Youth in Revolt: Post-1945 Europe through Film

History N100.005

Summer 2018
Second 6 Week Session
180 Tan
Day & Time: 
TuTh, 10 a.m. – 12 p.m. | July 2–August 10
Class Number: 

• This is a 2 unit course. It does not fulfill a major requirement.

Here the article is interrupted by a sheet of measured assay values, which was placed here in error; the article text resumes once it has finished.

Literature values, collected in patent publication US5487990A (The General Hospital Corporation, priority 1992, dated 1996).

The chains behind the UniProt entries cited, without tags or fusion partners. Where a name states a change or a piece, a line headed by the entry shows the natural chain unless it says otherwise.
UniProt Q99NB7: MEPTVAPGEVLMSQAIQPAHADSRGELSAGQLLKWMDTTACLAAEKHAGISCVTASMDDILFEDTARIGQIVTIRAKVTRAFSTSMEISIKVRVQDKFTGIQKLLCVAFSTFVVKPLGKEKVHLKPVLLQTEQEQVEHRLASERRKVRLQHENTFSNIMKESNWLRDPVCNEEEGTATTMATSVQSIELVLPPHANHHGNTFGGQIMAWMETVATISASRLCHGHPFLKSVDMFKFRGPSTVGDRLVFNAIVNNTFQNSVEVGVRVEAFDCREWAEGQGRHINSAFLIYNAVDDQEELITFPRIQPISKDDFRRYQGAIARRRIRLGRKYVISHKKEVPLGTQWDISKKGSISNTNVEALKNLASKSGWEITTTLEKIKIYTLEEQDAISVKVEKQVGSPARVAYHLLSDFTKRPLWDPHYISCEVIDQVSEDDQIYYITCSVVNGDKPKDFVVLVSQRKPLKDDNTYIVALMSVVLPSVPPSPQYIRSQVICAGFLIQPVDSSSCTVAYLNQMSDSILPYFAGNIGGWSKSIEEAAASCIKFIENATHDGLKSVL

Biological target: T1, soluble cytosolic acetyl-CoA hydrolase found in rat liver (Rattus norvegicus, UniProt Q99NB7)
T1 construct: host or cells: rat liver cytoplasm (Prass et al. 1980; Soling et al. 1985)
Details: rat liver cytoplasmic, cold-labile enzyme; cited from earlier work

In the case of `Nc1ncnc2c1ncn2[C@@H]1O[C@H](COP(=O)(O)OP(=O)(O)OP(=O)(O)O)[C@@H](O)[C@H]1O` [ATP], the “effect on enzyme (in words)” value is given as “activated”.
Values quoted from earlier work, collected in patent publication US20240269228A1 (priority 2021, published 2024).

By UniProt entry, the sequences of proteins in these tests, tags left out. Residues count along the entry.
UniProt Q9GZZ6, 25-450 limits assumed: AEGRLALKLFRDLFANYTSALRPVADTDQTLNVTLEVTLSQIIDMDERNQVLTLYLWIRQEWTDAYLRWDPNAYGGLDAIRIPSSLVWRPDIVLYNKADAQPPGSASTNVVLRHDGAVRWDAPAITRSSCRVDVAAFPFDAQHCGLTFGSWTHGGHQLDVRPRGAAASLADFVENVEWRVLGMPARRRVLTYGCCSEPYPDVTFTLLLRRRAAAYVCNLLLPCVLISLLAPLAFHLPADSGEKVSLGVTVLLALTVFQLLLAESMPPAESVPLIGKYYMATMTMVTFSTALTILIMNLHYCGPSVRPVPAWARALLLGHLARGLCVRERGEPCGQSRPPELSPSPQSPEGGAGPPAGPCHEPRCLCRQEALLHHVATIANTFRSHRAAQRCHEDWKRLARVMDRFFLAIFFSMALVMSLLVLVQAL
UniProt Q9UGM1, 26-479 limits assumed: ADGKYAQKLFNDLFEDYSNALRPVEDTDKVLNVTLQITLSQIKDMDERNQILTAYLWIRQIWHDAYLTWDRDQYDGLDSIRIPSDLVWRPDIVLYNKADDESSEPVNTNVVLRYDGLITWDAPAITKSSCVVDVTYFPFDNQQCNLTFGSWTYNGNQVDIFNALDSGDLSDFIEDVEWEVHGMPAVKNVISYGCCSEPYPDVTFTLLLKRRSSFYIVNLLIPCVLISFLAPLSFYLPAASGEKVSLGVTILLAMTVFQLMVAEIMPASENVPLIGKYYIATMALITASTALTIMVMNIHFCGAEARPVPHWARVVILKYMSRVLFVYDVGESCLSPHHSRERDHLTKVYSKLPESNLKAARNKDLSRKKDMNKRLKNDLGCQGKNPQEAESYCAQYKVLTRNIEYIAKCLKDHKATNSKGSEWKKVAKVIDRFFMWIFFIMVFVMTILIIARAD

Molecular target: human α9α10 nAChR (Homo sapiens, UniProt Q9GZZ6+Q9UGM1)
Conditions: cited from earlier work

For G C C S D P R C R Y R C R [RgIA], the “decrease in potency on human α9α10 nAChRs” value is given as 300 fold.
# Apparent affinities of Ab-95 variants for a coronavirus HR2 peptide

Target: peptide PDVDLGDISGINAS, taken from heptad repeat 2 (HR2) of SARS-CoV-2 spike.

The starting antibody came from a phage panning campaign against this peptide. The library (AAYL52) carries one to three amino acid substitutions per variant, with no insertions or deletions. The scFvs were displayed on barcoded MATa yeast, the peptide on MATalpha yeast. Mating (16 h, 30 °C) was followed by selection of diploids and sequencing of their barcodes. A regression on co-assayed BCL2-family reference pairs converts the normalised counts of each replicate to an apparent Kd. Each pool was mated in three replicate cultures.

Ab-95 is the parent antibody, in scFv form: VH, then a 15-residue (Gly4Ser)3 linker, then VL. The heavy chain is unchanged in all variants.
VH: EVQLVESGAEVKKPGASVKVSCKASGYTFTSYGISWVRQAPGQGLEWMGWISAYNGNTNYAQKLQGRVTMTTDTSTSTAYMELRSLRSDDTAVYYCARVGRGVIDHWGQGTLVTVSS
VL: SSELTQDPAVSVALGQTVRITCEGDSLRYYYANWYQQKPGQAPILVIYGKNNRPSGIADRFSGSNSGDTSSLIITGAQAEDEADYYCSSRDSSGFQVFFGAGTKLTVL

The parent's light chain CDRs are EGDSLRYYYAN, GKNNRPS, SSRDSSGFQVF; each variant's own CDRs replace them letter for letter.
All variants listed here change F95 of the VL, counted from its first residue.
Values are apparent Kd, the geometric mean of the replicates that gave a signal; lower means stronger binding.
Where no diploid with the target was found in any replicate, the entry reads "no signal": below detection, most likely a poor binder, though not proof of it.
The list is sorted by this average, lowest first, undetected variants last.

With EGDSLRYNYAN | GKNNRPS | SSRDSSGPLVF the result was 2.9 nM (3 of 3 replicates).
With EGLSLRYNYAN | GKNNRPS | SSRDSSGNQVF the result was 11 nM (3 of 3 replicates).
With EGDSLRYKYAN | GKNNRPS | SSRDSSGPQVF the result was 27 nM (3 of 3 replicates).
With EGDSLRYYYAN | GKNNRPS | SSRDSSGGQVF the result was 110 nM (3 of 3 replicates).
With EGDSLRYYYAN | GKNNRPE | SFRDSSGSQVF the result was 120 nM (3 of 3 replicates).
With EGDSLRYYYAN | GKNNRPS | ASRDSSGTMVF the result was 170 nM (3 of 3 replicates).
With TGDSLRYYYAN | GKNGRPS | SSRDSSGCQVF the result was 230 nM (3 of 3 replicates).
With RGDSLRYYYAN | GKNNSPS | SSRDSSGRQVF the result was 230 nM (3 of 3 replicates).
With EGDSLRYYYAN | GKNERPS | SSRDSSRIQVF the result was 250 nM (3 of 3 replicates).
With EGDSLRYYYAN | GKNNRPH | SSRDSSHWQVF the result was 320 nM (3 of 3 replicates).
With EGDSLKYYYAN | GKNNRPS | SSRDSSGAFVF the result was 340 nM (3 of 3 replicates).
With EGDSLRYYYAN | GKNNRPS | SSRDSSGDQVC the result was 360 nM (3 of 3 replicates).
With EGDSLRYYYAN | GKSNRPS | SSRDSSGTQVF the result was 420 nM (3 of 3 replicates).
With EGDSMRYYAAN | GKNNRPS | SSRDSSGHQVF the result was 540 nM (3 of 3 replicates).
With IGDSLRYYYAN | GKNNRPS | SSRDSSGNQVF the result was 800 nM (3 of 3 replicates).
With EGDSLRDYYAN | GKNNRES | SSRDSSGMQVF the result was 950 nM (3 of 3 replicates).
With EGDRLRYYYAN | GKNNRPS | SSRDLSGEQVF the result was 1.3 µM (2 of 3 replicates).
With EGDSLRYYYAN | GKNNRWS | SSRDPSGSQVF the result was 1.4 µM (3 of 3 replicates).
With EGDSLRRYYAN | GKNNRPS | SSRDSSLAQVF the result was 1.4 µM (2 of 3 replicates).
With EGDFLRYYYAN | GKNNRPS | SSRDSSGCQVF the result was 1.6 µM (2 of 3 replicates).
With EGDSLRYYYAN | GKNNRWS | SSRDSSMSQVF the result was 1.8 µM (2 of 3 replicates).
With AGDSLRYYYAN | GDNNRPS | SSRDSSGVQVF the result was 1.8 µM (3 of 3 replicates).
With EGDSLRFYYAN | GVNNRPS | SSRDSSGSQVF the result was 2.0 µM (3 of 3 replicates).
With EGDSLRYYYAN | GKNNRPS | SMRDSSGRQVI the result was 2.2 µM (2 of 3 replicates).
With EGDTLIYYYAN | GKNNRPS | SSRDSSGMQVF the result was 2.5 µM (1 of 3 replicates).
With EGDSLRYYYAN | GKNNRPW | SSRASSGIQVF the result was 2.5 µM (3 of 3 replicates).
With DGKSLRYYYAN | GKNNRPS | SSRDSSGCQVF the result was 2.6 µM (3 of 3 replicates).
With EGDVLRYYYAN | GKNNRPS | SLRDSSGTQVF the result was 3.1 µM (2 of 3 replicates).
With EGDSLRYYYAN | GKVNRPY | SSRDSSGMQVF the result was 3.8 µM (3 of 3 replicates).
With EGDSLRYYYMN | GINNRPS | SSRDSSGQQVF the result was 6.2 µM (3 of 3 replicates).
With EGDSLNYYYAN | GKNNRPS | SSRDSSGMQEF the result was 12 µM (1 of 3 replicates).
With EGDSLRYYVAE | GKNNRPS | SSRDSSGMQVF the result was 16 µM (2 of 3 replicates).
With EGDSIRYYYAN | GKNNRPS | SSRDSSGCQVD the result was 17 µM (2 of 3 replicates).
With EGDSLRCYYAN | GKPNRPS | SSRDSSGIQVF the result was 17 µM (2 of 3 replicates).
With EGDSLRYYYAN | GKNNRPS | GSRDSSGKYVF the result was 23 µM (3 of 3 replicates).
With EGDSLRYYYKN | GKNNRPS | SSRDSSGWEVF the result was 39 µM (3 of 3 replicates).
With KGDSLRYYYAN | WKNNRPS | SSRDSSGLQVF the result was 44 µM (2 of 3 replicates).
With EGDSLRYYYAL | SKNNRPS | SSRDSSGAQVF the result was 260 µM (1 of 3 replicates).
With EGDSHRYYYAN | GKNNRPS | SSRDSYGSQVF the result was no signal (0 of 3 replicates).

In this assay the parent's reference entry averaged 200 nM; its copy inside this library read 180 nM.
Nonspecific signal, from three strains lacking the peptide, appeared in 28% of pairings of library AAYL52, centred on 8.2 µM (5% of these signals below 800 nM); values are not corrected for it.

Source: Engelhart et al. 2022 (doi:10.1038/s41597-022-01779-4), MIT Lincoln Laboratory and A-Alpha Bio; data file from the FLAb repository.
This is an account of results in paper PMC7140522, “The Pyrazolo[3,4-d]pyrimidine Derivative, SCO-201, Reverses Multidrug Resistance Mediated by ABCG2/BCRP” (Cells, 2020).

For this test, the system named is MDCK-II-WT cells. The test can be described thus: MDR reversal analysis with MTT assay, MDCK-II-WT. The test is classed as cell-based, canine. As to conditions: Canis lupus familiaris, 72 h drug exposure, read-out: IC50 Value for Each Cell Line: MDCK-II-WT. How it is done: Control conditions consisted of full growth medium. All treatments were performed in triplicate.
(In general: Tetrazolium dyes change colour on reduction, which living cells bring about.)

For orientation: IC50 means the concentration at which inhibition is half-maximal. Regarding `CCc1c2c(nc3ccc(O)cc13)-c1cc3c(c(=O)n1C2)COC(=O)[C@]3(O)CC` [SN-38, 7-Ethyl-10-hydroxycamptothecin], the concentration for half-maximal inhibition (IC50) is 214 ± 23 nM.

Thoroughly devastated by war and the Holocaust, the Europe of the 1940s was poor, ethnically homogeneous, and politically divided into democratic-capitalist and Communist blocs. By the 1990s, Germany was reunified, the Soviet Union withdrawn from Eastern Europe, and the European Union expanded to include states formerly under Soviet rule. But the road to prosperity and unity required the revolutionary ideas and actions of youth.  In this course, we use award-winning feature films from the 1940s through the 1990s as our major primary sources for evaluating the major social, political, and cultural upheavals through which contemporary Europe emerged from its darkest decade. Topics addressed include the psychological aftershocks of fascism and Nazism; the decolonization of the British and French empires and the rise of racial and religious minorities in London, Paris and Berlin; the Sovietization of Eastern Europe and the rise of a dissident culture; the sexual revolution; the rise of television, rock n’roll, and the mass media; and the politics of Communism and anti-Communism in the Cold War.Focusing on films from England, France, West Germany, and East Germany, our major theme is generational revolt. In postwar Europe, each generation of youth revolted against  different aspects of politics and culture: outdated gender and sexual norms, the repression of wartime memory and guilt, political parties, universities and professions, the shallowness of consumer society, conformity under dictatorship.